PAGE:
Temple Adi Da, Da Love Ananda Mahal Sanctuary

Coming down the homestretch on painting # 9.  The  working title is “Guru Moon”,  as it is a scene from Guru Purnima night in July several years ago at 2:30 in the morning.

“Guru Purnima” is a Hindu holy day that comes every full moon in July. It celebrates the relationship with ones Guru or Spiritual Master. Even though our Ashram isn’t a Hindu organization, this relationship with the Spiritual Master is the foundation of our practice, and so we embrace the spirit of this celebration. A spiritual practitioner who has been graced with any sort of real understanding will tell you that although on the surface it seemed like he or she was “doing” a practice that resulted in some level of Realization, in the end it was simply a gift from their  Guru, who actually did the transformational work while you stuck around.  It is as if they had been handing you  an apple and suddenly after so many years of dropping it you finally held on.

Lots of massaging and detailing to do on this painting, more definition here and there, subtleties of color to go into the sky, soften some transitions etc. Will wrap it up this week though.

Take care everyone.

Thanks for taking some LIP from me,



3 thoughts on “#9

  1. HI Bruce
    Are you selling this painting? or are you maybe selling giclee prints of it? or maybe just high res digital copies? I love it….. I want to hang it up on the wall…….

  2. Bruce,
    I think this is a remarkable painting, especially in the chiaroscuro aspect, or the interwoven amalgamation of shadow and light. Artists tell me chiaroscuro is a challenge always. All kinds of art reference surface for me, not in a derivative sense but in a positive way. I think of El Greco’s View of Toledo, or even (though the sensibility evoked is very different, Mystery and Melancholy of a Street, by the surrealist Giorgio de Chirico. But of course this is original. What I feel when viewing it is a sense of the sacred in the world, not just the mix of almost churrigueresque architectural form and effulgent landscape, but more like the sacred as a pivot of Realty, how the sacred interacts with everything, even with Kant’s definition of the terrifying beauty of nature. I don’t mean to sound too heady, but if any professor tortured you by making you read Immanuel Kant’s aesthetic theories, and his “Transcendental Idealism” philosophy, I would say this painting might be your response as an artist. What is different is that Kant did not exactly allow for humankind’s interaction with the beauty of nature except in the sense of artistic genius, and even that was more akin to an act of nature. At any rate, there are all kinds of phenomenological and ontological points about your painting. But again, in plain English, this is very impressive, Bruce. Congratulations.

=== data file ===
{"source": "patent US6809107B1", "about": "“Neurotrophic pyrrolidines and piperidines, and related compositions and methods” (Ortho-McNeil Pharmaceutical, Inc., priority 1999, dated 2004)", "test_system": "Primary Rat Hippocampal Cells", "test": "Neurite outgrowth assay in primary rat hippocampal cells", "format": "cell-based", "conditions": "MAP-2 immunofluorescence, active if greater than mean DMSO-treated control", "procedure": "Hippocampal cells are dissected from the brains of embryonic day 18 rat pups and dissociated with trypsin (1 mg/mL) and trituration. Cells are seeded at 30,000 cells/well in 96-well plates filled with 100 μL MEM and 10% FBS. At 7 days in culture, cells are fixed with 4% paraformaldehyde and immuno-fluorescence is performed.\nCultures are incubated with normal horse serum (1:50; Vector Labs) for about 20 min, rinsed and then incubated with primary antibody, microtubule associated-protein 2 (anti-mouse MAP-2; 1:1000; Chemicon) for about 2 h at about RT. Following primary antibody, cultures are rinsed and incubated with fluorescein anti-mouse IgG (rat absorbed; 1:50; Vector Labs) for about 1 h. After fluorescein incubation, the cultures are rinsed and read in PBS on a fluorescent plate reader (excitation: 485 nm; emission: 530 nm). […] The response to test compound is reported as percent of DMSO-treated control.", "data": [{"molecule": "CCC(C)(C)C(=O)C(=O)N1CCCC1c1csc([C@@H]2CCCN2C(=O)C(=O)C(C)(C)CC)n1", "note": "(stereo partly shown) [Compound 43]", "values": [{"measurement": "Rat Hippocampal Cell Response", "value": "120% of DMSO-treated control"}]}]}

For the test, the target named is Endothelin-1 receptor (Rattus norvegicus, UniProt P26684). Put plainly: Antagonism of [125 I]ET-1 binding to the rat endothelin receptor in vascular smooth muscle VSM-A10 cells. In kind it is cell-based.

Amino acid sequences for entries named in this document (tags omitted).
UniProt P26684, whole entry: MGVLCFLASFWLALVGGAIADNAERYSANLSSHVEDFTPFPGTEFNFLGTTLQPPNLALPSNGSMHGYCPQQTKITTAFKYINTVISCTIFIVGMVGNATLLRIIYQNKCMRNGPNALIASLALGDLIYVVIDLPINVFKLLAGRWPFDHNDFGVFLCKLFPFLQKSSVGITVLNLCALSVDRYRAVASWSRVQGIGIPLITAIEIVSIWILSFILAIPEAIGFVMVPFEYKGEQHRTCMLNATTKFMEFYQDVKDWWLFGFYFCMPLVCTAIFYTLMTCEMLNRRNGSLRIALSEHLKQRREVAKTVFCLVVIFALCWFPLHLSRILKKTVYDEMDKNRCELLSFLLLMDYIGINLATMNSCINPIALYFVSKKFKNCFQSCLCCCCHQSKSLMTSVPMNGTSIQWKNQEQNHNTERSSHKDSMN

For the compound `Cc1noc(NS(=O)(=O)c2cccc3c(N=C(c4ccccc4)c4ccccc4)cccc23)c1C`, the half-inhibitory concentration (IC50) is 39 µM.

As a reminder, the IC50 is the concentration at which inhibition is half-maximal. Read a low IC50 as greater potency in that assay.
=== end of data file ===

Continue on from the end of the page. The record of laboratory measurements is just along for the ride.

Take care, Bob Carroll

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